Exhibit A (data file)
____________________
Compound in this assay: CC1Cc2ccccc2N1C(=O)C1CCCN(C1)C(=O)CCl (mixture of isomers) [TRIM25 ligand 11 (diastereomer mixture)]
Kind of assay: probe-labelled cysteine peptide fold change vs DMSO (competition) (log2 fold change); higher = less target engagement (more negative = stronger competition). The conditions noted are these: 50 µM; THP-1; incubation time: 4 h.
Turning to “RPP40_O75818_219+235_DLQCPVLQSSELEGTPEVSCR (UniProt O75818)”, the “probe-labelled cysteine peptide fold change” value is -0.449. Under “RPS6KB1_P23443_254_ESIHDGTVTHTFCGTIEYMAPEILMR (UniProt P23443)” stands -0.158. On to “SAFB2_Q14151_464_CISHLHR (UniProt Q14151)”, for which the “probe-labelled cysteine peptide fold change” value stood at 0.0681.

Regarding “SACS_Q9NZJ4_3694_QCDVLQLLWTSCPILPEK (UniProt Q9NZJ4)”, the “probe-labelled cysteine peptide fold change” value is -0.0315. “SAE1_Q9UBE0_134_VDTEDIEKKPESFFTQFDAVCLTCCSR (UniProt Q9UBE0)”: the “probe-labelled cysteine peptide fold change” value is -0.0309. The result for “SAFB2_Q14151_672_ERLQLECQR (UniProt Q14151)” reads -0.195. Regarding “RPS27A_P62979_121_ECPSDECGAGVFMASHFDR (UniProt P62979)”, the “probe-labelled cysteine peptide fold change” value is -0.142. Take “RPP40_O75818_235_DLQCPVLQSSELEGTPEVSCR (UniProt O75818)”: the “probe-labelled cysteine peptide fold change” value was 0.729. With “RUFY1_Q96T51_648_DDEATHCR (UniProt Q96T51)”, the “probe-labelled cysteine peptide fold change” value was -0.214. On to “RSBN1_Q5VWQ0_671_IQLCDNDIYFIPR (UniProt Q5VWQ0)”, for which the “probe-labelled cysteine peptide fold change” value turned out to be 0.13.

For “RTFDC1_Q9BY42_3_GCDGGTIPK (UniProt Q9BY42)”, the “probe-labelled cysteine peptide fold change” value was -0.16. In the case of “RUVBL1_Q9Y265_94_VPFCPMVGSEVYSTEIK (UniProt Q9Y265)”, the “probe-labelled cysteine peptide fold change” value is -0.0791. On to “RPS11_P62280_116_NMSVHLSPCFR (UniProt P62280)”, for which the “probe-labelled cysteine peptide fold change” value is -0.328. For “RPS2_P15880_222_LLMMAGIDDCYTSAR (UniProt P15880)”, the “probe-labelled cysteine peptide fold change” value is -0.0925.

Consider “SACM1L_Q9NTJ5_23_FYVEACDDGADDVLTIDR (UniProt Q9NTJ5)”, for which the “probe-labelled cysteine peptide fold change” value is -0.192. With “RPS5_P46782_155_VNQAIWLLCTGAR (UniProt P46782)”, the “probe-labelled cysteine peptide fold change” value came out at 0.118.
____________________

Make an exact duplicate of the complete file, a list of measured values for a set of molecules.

Compound in this assay: CC1Cc2ccccc2N1C(=O)C1CCCN(C1)C(=O)CCl (mixture of isomers) [TRIM25 ligand 11 (diastereomer mixture)]
Kind of assay: probe-labelled cysteine peptide fold change vs DMSO (competition) (log2 fold change); higher = less target engagement (more negative = stronger competition). The conditions noted are these: 50 µM; THP-1; incubation time: 4 h.
Turning to “RPP40_O75818_219+235_DLQCPVLQSSELEGTPEVSCR (UniProt O75818)”, the “probe-labelled cysteine peptide fold change” value is -0.449. Under “RPS6KB1_P23443_254_ESIHDGTVTHTFCGTIEYMAPEILMR (UniProt P23443)” stands -0.158. On to “SAFB2_Q14151_464_CISHLHR (UniProt Q14151)”, for which the “probe-labelled cysteine peptide fold change” value stood at 0.0681.

Regarding “SACS_Q9NZJ4_3694_QCDVLQLLWTSCPILPEK (UniProt Q9NZJ4)”, the “probe-labelled cysteine peptide fold change” value is -0.0315. “SAE1_Q9UBE0_134_VDTEDIEKKPESFFTQFDAVCLTCCSR (UniProt Q9UBE0)”: the “probe-labelled cysteine peptide fold change” value is -0.0309. The result for “SAFB2_Q14151_672_ERLQLECQR (UniProt Q14151)” reads -0.195. Regarding “RPS27A_P62979_121_ECPSDECGAGVFMASHFDR (UniProt P62979)”, the “probe-labelled cysteine peptide fold change” value is -0.142. Take “RPP40_O75818_235_DLQCPVLQSSELEGTPEVSCR (UniProt O75818)”: the “probe-labelled cysteine peptide fold change” value was 0.729. With “RUFY1_Q96T51_648_DDEATHCR (UniProt Q96T51)”, the “probe-labelled cysteine peptide fold change” value was -0.214. On to “RSBN1_Q5VWQ0_671_IQLCDNDIYFIPR (UniProt Q5VWQ0)”, for which the “probe-labelled cysteine peptide fold change” value turned out to be 0.13.

For “RTFDC1_Q9BY42_3_GCDGGTIPK (UniProt Q9BY42)”, the “probe-labelled cysteine peptide fold change” value was -0.16. In the case of “RUVBL1_Q9Y265_94_VPFCPMVGSEVYSTEIK (UniProt Q9Y265)”, the “probe-labelled cysteine peptide fold change” value is -0.0791. On to “RPS11_P62280_116_NMSVHLSPCFR (UniProt P62280)”, for which the “probe-labelled cysteine peptide fold change” value is -0.328. For “RPS2_P15880_222_LLMMAGIDDCYTSAR (UniProt P15880)”, the “probe-labelled cysteine peptide fold change” value is -0.0925.

Consider “SACM1L_Q9NTJ5_23_FYVEACDDGADDVLTIDR (UniProt Q9NTJ5)”, for which the “probe-labelled cysteine peptide fold change” value is -0.192. With “RPS5_P46782_155_VNQAIWLLCTGAR (UniProt P46782)”, the “probe-labelled cysteine peptide fold change” value came out at 0.118.